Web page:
Fountain Pen Basics: What essentials do I need with my first fountain pen?

If you’re thinking of buying your first fountain pen, you may be surprised to discover just how many choices of styles, brands and inks there are for this traditional writing instrument! It may seem overwhelming to figure out what you need as you sift through the huge variety of fountain pens and accessories available to the modern writer. What basic essentials must you have to begin writing with your first fountain pen?

(LAMY Safari fountain pen in charcoal with a black nib)

(1) A fountain pen. It is not necessary to buy an expensive pen with a real 14K gold nib to begin your new writing experience. Something as simple and cheap as a disposable pen can be sufficient to help you get the feel for what writing with a fountain pen is like. The refillable Platinum Preppy fountain pen is a very popular choice under $5.00. There are many other pen choices in the $50.00 or less category that can even last a lifetime. Generally, most (but not all) pens in this price range have steel nibs and cartridge/converter filling systems. Just like regular pens, fountain pens come in a variety of nib sizes, often ranging from extra-fine to broad. If you’ve never used a fountain pen you’ll probably find that either a fine or a medium nib is the easiest to begin writing with. Here is a short list of some suggested beginner fountain pens:

LAMY Al-Star
LAMY Safari
LAMY Vista
LAMY Joy Fountain Pen
Pilot Metropolitan Fountain Pen
Kaweco Classic Sport
Kaweco Ice Sport
Pelikan Pelikano
Pelikan Pelikano Jr.
Platinum Plaisir
Platinum Preppy

J. Herbin Universal Fountain Pen Ink Cartridges - Rose Cyclamen
J. Herbin Universal Fountain Pen Ink Cartridges – Rose Cyclamen

(2) Some ink. If you are a beginner, ink cartridges are the easiest way to refill your fountain pen. The most important thing is to make sure the ink cartridges you get are compatible with the fountain pen that you buy. Standard international or universal cartridges fit many types of fountain pens, but not all fountain pens. Some fountain pens require proprietary cartridges, or in other words, ink cartridges that are the same brand as the fountain pen. Here’s the same list of beginner fountain pens with suggested compatible ink refills:

LAMY Al-Star – LAMY T10 fountain pen refills
LAMY Safari – LAMY T10 fountain pen refills
LAMY Vista – LAMY T10 fountain pen refills
LAMY Joy Fountain Pen – LAMY T10 fountain pen refills
Pilot Metropolitan – Pilot Namiki Fountain Pen Ink Cartridges
Kaweco Classic Sport – short standard international cartridges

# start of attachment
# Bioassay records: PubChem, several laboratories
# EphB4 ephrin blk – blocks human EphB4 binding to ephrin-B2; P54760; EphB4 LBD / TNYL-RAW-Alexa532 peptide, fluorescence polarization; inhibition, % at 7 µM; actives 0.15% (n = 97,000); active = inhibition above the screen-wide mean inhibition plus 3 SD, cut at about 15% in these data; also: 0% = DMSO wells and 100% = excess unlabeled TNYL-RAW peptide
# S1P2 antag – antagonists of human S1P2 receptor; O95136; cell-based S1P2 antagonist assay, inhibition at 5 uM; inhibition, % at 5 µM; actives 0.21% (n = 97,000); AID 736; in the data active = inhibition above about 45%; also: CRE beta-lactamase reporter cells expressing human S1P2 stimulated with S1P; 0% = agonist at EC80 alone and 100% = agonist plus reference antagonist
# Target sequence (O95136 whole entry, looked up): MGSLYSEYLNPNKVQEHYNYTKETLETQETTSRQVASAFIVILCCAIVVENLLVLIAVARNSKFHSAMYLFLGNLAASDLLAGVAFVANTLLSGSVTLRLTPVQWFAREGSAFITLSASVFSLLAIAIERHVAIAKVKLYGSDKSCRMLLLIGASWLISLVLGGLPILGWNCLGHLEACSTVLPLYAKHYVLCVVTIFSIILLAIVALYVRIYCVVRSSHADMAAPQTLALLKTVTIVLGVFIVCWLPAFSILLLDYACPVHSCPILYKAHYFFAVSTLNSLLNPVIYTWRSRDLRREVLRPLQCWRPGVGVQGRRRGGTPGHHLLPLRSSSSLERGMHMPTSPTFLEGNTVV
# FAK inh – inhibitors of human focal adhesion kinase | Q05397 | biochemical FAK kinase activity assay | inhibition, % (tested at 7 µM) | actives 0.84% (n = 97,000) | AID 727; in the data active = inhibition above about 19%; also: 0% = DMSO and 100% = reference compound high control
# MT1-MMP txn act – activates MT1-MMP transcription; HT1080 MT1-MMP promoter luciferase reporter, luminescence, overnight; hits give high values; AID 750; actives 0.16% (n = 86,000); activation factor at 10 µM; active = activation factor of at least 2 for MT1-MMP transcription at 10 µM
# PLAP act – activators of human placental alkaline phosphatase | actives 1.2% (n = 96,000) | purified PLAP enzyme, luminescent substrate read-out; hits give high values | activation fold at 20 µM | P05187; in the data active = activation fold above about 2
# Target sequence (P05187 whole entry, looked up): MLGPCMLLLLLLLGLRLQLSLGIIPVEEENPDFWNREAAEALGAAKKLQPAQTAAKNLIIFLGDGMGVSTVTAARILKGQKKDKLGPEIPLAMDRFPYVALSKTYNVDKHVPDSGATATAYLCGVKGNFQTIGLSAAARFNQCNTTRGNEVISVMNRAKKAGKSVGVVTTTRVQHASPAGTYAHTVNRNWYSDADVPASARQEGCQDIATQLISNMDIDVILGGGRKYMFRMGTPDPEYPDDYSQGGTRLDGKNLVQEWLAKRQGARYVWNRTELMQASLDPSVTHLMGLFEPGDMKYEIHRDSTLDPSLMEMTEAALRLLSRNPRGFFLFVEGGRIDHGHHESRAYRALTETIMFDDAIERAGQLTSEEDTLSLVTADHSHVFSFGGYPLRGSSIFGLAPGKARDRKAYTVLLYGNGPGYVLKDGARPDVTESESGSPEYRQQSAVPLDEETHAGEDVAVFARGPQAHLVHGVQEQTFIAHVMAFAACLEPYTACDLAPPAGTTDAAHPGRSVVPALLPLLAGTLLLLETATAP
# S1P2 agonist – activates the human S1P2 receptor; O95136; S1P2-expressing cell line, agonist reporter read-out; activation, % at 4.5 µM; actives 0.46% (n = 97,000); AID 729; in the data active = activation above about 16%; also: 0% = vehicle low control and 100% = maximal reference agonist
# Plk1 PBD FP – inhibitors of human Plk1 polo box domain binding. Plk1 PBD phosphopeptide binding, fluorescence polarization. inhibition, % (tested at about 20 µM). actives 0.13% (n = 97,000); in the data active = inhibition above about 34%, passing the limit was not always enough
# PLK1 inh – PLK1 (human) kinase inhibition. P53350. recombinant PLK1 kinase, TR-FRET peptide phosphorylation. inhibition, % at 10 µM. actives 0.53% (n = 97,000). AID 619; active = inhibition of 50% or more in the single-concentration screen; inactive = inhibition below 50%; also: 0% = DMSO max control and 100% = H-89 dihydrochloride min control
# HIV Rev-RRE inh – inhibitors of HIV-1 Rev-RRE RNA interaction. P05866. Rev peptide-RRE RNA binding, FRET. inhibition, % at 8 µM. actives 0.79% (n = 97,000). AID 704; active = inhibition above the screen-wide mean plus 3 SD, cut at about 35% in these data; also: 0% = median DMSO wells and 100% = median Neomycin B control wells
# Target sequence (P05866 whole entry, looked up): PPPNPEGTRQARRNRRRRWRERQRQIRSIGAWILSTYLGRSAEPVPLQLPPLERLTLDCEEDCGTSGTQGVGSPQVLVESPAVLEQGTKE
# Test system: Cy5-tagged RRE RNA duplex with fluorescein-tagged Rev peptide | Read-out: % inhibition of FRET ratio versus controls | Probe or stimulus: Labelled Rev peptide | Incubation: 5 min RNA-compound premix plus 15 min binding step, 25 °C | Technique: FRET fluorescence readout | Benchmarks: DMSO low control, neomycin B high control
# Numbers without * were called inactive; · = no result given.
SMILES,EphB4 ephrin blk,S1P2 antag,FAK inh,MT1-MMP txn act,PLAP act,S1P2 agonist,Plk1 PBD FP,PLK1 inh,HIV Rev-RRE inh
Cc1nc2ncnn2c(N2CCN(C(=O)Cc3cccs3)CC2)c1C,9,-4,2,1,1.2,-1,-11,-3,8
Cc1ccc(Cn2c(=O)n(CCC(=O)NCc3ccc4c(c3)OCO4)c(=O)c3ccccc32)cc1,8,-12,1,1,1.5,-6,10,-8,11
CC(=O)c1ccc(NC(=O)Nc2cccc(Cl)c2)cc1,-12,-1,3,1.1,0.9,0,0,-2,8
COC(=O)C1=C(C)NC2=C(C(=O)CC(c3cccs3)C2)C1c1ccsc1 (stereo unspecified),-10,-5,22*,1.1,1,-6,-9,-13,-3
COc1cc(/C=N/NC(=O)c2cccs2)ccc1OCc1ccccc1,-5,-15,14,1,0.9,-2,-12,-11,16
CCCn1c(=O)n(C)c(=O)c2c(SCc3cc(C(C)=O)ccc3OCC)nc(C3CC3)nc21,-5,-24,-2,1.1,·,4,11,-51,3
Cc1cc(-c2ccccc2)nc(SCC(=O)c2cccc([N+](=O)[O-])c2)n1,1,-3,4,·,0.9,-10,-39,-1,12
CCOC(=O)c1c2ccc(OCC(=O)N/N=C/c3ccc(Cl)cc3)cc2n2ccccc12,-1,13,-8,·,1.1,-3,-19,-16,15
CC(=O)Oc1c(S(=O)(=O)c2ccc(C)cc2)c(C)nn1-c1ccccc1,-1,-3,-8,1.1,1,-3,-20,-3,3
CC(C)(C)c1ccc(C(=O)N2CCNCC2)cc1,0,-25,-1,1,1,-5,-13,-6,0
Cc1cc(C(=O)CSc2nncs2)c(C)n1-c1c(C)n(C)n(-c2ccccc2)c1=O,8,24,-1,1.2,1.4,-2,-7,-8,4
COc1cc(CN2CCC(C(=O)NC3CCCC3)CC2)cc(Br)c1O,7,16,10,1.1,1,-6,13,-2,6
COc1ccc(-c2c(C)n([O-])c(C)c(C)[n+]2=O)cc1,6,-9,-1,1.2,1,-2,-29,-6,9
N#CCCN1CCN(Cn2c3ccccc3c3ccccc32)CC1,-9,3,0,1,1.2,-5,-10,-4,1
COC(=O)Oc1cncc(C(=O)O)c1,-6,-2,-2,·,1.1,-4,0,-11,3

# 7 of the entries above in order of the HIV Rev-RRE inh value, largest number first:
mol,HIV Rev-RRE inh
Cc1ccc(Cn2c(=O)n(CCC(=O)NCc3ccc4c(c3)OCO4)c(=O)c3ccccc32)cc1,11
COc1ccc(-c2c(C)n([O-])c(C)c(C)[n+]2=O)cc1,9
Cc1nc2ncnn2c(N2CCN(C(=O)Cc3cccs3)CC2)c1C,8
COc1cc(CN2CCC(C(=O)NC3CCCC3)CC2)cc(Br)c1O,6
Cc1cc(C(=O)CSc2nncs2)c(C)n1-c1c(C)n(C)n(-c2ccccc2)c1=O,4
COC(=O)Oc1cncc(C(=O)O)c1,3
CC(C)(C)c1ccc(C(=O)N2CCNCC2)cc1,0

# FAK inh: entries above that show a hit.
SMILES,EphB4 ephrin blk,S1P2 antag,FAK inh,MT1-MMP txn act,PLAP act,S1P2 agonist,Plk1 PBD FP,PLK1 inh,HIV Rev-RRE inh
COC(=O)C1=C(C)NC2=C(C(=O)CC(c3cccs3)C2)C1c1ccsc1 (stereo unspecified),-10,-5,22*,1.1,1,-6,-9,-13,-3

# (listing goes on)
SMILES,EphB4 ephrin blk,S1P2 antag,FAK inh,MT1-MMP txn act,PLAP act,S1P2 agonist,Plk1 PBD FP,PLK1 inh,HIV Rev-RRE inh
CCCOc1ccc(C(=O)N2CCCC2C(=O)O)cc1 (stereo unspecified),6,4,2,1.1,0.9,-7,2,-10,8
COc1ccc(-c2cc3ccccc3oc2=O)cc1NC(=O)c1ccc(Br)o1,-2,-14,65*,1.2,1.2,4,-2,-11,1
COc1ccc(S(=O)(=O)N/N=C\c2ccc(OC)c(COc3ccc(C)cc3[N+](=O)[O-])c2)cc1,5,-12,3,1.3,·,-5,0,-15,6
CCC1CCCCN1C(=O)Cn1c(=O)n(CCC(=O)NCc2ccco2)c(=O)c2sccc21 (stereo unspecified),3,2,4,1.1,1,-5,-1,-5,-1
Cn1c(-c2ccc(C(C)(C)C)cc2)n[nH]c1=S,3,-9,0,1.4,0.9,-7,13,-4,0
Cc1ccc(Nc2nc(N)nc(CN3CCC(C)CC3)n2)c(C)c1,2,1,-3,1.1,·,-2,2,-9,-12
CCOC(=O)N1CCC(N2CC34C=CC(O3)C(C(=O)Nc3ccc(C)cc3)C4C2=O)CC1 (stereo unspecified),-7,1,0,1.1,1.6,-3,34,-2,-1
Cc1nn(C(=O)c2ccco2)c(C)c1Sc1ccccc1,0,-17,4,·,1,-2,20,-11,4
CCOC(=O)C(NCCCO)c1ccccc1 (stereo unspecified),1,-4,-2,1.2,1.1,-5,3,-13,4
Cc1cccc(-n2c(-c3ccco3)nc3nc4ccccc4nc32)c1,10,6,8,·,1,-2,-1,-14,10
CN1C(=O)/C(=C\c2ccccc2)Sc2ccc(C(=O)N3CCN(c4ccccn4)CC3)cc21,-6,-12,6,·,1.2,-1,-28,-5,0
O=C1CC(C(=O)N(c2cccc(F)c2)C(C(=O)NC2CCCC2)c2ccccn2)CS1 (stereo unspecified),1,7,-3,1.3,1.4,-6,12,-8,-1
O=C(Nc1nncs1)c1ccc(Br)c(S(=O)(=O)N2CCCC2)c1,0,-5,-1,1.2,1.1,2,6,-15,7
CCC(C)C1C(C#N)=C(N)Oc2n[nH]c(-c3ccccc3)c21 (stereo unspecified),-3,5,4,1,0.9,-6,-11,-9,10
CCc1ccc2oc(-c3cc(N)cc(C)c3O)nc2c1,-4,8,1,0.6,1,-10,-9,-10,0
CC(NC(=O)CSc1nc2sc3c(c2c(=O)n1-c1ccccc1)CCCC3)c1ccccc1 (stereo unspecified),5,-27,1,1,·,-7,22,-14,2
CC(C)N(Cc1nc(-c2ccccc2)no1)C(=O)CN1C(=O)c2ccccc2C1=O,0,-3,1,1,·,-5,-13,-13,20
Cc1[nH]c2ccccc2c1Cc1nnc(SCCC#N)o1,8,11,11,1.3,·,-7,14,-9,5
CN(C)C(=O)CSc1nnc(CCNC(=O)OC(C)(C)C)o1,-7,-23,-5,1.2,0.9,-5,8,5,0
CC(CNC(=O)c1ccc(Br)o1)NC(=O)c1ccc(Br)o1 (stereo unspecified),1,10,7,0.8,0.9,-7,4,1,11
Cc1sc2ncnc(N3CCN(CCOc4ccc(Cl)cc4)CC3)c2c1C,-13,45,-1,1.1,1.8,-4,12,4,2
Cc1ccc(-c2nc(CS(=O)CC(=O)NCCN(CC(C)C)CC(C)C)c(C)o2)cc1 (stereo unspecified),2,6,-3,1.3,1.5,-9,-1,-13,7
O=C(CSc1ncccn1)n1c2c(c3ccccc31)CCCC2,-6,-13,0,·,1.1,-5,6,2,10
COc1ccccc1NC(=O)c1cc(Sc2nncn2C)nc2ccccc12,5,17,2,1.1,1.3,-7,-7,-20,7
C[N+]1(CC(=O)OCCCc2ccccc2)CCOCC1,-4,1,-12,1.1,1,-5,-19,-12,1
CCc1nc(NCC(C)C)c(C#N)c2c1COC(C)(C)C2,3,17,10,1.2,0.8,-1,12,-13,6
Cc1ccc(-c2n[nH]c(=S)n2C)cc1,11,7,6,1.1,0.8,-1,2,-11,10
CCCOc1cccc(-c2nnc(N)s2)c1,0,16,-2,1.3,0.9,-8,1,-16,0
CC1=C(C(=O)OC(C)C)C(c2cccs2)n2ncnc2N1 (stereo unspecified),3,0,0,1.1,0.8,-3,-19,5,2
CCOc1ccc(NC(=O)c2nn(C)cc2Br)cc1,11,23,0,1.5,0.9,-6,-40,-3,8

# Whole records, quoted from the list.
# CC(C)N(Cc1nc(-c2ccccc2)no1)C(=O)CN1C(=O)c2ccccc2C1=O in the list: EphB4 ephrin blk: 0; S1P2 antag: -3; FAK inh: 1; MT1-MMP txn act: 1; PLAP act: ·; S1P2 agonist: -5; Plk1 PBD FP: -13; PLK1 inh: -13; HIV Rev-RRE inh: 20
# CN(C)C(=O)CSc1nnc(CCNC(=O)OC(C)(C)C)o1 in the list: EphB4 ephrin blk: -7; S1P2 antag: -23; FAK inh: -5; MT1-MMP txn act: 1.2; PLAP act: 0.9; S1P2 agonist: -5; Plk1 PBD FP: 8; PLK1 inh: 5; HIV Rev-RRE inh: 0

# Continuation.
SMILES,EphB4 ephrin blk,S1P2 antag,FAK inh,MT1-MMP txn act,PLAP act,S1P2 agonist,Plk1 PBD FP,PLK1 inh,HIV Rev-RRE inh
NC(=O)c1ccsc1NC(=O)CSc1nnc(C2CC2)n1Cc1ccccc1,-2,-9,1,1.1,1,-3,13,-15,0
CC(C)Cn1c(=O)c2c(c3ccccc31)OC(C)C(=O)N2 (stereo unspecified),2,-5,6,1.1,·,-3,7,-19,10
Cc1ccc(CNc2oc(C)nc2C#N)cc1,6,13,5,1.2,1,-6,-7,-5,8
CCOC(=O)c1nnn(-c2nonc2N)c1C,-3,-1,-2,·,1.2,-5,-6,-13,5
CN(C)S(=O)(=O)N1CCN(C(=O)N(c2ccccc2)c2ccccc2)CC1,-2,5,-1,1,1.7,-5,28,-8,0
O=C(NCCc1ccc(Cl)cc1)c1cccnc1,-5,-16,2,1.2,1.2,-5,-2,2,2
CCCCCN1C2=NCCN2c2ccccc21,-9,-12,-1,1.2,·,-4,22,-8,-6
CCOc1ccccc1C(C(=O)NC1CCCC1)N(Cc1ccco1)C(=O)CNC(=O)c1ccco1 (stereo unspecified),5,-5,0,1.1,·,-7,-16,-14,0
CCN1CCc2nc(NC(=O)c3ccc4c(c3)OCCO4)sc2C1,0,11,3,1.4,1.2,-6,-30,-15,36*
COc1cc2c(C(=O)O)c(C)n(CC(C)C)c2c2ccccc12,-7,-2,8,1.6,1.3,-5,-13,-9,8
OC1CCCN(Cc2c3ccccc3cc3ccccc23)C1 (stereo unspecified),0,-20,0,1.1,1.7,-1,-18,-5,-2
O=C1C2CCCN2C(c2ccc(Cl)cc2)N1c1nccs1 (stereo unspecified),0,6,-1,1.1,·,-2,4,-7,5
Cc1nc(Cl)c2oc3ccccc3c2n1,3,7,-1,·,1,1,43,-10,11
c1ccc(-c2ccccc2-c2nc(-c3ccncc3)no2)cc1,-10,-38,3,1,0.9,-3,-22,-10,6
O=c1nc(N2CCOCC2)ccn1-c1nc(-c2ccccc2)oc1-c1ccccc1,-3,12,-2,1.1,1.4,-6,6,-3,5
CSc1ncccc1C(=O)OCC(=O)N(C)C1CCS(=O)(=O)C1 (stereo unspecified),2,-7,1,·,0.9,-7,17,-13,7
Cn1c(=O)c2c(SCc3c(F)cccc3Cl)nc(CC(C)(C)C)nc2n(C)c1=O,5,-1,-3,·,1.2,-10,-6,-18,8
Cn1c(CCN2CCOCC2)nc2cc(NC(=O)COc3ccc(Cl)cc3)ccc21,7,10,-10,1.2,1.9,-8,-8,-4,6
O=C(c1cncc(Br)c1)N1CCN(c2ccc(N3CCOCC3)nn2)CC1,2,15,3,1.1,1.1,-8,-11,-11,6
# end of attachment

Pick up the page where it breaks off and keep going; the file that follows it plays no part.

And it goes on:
Kaweco Ice Sport – short standard international cartridges
Pelikan Pelikano – short standard international cartridges and Pelikan 4001 Giant universal cartridges
Pelikan Pelikano Jr. – short standard international cartridges and Pelikan 4001 Giant universal cartridges
Platinum Plaisir – Platinum fountain pen ink refills 10 pack or 2 pack
Platinum Preppy – Platinum fountain pen ink refills 10 pack or 2 pack

Our blog includes articles that are very helpful in explaining ink cartridge use:

Crash Course in Fountain Pen Ink Cartridges
Pelikano Fountain Pen Cartridge Tips

Also worth mentioning – once you start writing with fountain pens you will notice that the kind of paper you write with will matter more than it did before. The type of paper you use will definitely affect your writing experience. To find out why, take a look at this blog article:

What is Fountain Pen Friendly Paper?

If you are left-handed and have noticed that some fountain pens come with left-handed nibs, this article might answer some of your questions:

Do I need a left-handed nib on my fountain pen if I’m a left-handed writer?

So that’s basically it – a pen and some ink are all you really need to try out a fountain pen. If you discover that you like fountain pens and want to expand on the basics, what comes next? This will be the subject of a future blog post.

What was your first fountain pen? Was it love at first write, or did your taste for fountain pens develop slowly? Do you have any suggestions for someone who wants to get their first fountain pen?

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What is Fountain Pen Friendly Paper?

If you are a writer that uses fountain pens you may have noticed that not all paper is created equal. The performance of your fountain pen may be spectacular on some paper, but less than desirable on others. How do you determine what paper is fountain pen friendly – that will give you the performance you want with your fountain pens?

The answer to this question is kind of like the answer to the question, “What is a comfortable pair of shoes?” Everyone has their own opinions and not all of them are the same, but there are some similarities in the answers. If you ask the question, “What is the most comfortable pair of shoes in your closet?”, then the answers will vary even more!

Many opinions of what fountain pen friendly paper is will include the following (but not necessarily limited to these things or in this order of importance):

1) The fountain pen ink does not bleed through the paper excessively.

2) The ink is not overly visible from the back side of the page.

3) The ink does not feather or has minimal feathering on the paper.